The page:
The usual way to wire up a SPST switch to a MCU is by means of a pull-up resistor. However, this wastes current when the switch is closed. If this switch is used to wake up the MCU from sleep, then this current (100-500 µA) is significant compared to the sleep current (< 0.1 µA). I imagine increasing the resistor value up to megaohms wouldn't be practical for a number of reasons. So is there a better way to interface a SPST in general? I have a couple of pins on the MCU to spare (but keep in mind the MCU has to be put in sleep most of the time - it should wake up and do its stuff only when the switch state changes).

The only solution that comes to my mind is to basically use the pull-up scheme, but buffer it through a P-MOSFET/N-MOSFET pair for increased input impedance.

And yes, I realize the solution is trivial if we were dealing with a SPDT or a push-button.


2 Answers 2


If the latency (in reading the switch) was acceptable at once per 100 milliseconds then why not let the micro wake up for a short period (in as low a current mode as possible), energize the switch's pull-up briefly, read the switch, then do what it has to do then re-enter sleep mode.

The switch is only briefly taking current when the micro wakes up.

Maybe the problem with this scenario is that the micro wakes up for 1 millisecond and consumes 1mA for that period BUT if it only does this once every 100 milliseconds then its average consumption is 10 uA. At least that may be better than energizing a closed switch continually?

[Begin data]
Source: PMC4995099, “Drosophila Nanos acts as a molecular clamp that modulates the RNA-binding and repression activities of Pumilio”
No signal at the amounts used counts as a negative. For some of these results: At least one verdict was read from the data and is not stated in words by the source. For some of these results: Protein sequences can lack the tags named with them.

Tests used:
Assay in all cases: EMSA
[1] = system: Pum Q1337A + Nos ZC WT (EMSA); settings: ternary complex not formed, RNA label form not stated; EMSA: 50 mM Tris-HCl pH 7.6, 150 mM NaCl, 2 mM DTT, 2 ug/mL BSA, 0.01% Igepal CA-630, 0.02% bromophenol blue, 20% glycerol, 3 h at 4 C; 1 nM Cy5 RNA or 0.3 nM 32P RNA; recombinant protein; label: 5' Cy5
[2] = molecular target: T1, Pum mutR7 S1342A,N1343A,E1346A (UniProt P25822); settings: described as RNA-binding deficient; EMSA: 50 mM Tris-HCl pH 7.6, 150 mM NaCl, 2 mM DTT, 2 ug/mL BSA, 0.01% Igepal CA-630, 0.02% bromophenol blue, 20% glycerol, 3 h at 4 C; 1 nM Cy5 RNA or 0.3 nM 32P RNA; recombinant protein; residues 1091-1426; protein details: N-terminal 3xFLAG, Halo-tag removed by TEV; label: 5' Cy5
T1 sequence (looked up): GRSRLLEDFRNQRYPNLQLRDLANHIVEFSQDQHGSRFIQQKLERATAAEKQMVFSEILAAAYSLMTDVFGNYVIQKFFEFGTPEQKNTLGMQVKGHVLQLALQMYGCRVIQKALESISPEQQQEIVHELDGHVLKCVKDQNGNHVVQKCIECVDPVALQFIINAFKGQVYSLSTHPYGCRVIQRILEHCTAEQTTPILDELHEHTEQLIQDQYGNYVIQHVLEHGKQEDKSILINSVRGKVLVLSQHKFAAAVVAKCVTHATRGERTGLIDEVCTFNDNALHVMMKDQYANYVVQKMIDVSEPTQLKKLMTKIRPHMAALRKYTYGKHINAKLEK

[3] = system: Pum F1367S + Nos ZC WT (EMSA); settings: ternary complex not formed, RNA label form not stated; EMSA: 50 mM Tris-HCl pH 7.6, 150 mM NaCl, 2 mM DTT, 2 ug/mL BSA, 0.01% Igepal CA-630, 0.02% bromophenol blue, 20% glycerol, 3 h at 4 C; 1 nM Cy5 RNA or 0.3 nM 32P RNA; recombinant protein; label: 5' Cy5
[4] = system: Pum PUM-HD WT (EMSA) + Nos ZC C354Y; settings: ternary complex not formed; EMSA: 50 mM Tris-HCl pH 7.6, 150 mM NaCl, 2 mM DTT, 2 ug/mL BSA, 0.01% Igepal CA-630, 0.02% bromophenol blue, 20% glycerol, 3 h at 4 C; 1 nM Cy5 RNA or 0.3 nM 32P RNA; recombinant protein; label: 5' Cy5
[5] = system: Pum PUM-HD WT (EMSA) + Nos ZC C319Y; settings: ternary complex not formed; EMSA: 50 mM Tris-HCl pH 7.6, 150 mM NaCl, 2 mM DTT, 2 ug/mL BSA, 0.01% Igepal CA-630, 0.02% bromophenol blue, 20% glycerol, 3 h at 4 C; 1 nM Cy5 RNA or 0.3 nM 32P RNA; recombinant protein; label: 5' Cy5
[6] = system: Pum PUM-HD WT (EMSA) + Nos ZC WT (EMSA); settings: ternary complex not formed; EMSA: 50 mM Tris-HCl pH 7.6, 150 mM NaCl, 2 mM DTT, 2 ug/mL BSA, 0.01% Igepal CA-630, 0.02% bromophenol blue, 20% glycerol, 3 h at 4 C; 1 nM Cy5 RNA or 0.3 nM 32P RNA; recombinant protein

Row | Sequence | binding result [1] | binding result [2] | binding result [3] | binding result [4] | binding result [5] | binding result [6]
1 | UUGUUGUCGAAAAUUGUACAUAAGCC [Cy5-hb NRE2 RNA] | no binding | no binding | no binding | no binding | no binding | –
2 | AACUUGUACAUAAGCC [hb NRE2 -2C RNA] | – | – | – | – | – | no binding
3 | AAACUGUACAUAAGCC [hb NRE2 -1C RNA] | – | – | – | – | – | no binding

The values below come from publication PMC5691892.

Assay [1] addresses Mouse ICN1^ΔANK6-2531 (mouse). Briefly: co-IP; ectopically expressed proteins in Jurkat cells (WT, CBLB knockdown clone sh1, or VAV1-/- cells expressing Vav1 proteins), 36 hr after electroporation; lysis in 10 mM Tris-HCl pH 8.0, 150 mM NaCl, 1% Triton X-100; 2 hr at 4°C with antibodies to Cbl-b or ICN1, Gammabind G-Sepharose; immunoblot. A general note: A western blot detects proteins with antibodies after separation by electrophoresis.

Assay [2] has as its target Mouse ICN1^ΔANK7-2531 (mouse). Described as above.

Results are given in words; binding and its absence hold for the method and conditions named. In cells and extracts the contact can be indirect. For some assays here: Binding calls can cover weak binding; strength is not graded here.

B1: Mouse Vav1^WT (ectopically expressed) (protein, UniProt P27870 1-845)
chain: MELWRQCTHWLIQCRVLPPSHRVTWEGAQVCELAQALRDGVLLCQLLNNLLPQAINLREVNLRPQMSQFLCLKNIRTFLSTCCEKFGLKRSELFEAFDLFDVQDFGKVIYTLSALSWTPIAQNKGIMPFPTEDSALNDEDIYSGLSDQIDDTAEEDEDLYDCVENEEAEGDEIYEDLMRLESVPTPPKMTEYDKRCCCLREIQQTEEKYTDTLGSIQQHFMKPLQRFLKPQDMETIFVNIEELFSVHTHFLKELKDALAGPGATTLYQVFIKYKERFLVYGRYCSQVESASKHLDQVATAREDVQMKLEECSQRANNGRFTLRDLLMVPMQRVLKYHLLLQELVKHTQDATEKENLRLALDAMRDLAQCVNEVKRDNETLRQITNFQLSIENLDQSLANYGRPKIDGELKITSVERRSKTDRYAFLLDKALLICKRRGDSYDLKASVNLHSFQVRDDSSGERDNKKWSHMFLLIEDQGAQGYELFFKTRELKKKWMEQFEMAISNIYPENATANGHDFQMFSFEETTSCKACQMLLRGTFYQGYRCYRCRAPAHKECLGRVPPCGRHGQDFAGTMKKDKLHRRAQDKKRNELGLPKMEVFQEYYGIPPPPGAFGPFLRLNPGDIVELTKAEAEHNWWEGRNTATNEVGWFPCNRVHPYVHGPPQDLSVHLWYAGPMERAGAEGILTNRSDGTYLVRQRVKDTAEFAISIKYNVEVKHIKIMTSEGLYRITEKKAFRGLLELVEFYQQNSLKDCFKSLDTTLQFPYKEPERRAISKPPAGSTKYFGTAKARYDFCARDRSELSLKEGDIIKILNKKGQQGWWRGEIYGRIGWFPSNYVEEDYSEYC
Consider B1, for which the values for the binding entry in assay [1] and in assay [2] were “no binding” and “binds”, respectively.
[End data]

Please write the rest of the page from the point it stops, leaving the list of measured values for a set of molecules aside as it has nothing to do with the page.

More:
As an aside you've got to take care to feed a switch with enough current to break thru oxide layers that form - it's called the switch's wetting current and some can be several milliamps.

  • \$\begingroup\$ Oh, you're right of course. This is totally workable. For some reason I've gotten under the impression that PICs' WDTs always cause a reset, but reading the specs more thoroughly I see now that in sleep they just wake the device up, which is perfect. I'll use this path, thanks! \$\endgroup\$
    – anrieff
    May 7, 2014 at 20:51

There's a catch here- usually the switch wants to see a minimum current to be reliable, perhaps 100uA is specified as the minimum current for a gold-on-gold switch.

You may be able to switch the current by using a couple of port pins to reduce the current so it it switches (say) 0.2mA and then once the switch has settled down, you reduce the current and wait for a break in the current.


simulate this circuit – Schematic created using CircuitLab

So when you detect a "high" you energize the high-current pullup R1, and wait for a LOW. When you see a LOW you wait for maybe 20msec then de-energize the high-current pullup and energize the "high" side.

This is operating well outside the guaranteed range of most micros (two outputs must leak much less than 1uA) and also the switch (it only sees the minimum current when switching), so caveat emptor.

  • \$\begingroup\$ This is SPDT - my question was about the plain old SPST. Simple SPDTs can be read by placing 5v/GND as the alternatives on the one side, and a MCU pin on the other. Set the pin as interrupt-on-change and bam, you've got a 0.1 µA solution. \$\endgroup\$
    – anrieff
    May 7, 2014 at 20:49
  • \$\begingroup\$ I think the OP made it pretty clear that using a SPDT wasn't an option...did you see the last sentence in the question? \$\endgroup\$
    – Joe Hass
    May 7, 2014 at 20:49
  • \$\begingroup\$ Okay, eliminated the second half of the switch, the point is that you can get fast response with this method while maintaining low current (and it might work). \$\endgroup\$ May 7, 2014 at 20:55

Your Answer

By clicking “Post Your Answer”, you agree to our terms of service and acknowledge you have read our privacy policy.

Not the answer you're looking for? Browse other questions tagged or ask your own question.